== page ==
Cyprus among top ten de­clin­ers in fight­ing money laun­der­ing

Financial Mirror (Cyprus) - - CYPRUS -

Cyprus was among the top 10 de­clin­ers glob­ally in com­bat­ing money laun­der­ing and ter­ror­ism fi­nanc­ing risks (ML/TF), ac­cord­ing to the Basel Anti-Money Laun­der­ing (AML) In­dex.

The Basel AML In­dex is an in­de­pen­dent an­nual rank­ing that as­sesses the risk of money laun­der­ing and ter­ror­ist fi­nanc­ing around the world.

Cyprus’ risk-rat­ing score wors­ened by 0.75 points to 5.01 com­pared to 2017 putting it 80 among 129 coun­tries – Fin­land (2.73) was the best per­form­ing coun­try at 129 and Ta­jik­istan (8.3) was the worst in first place.

How­ever, Fin­land, Ice­land, Den­mark and Slove­nia, along with Cyprus – with the sev­enth high­est in­crease - recorded a sig­nif­i­cantly higher risk rat­ing in 2018.

“The re­cent Danske Bank scan­dal seems to con­firm the ob­ser­va­tion that there are big is­sues with the ef­fec­tive­ness of money laun­der­ing su­per­vi­sion in coun­tries gen­er­ally re­garded as low-risk,” said the re­port.

“The re­sults il­lus­trate that most coun­tries are typ­i­cally stronger on tech­ni­cal com­pli­ance and strug­gle with ef­fec­tive im­ple­men­ta­tion of le­gal re­quire­ments,” it added.

Although still at the top of the list of low-risk coun­tries, Fin­land saw a de­te­ri­o­ra­tion in its over­all score due to changes in its Fi­nan­cial Se­crecy In­dex rat­ing, as well as other in­di­ca­tors of cor­rup­tion and fi­nan­cial trans­parency.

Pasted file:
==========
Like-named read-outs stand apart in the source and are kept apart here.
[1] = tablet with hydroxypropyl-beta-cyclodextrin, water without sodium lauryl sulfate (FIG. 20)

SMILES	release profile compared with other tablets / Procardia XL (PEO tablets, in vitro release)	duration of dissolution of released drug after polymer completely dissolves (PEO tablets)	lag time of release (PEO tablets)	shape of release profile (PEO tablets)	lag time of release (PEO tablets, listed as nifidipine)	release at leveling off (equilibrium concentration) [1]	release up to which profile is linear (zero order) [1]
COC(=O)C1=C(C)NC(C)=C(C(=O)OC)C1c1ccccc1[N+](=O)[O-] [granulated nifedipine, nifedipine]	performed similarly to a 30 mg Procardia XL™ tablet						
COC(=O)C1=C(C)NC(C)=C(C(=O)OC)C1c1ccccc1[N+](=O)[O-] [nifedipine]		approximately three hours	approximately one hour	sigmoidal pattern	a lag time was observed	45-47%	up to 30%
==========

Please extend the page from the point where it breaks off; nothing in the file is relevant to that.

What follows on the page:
Poland demon­strated higher risks in such in­di­ca­tors as fi­nan­cial se­crecy, cor­rup­tion, fi­nan­cial trans­parency and po­lit­i­cal and le­gal risks.

“Cyprus saw in­creased fi­nan­cial se­crecy scores and was also, cru­cially, in­cluded in the UN INCSR list of Ju­ris­dic­tions of Pri­mary Con­cern,” said the re­port.

This is the sev­enth edi­tion of the Basel AML In­dex is­sued by the In­ter­na­tional Cen­tre for As­set Re­cov­ery, part of the Basel In­sti­tute on Gov­er­nance.

Es­ti­mates of the amount of money laun­dered world­wide range from US$500 bil­lion to a stag­ger­ing US$1 tril­lion.

“Most coun­tries are mak­ing lit­tle or no progress to­wards end­ing cor­rup­tion and pub­lic trans­parency is show­ing signs of de­cline, with govern­ments mak­ing less in­for­ma­tion avail­able about how they man­age pub­lic funds,” the re­port said.







press free­dom has de­clined to its low­est point in 13 years.

“All these fac­tors are known to im­pact neg­a­tively on the risk of ML/TF.”

Over the seven years since it was first cal­cu­lated, the Basel AML In­dex has in­di­cated slow progress among most coun­tries in i mprov­ing their ML/TF risk scores.

Some 64% of coun­tries in the 2018 rank­ing (83/129) have a risk score of 5.0 or above and can be loosely clas­si­fied as hav­ing a sig­nif­i­cant risk of money laun­der­ing and ter­ror­ist fi­nanc­ing. The mean av­er­age level of risk re­mains above this (5.63 in 2018).

Less than 4% of coun­tries in the rank­ing (4/129) have im­proved their scores by 1 point or more in the last year (Ghana, Bolivia, Tan­za­nia, Trinidad and Tobago). Be­tween 2012 and 2018, only 17% (21/129) have im­proved their score by 1 point or more.

The down­ward trend is more strik­ing as 42% of coun­tries have wors­ened their risk scores be­tween 2017 and 2018. Al­most 37% of coun­tries now have a worse risk score than they did in 2012.

The high­est risk score has also re­mained roughly the same, fluc­tu­at­ing be­tween 8.55 and 8.6 be­tween 2012 and 2018.

“Clearly, still too lit­tle is be­ing done to ef­fec­tively counter ML/TF risks,” said the re­port.

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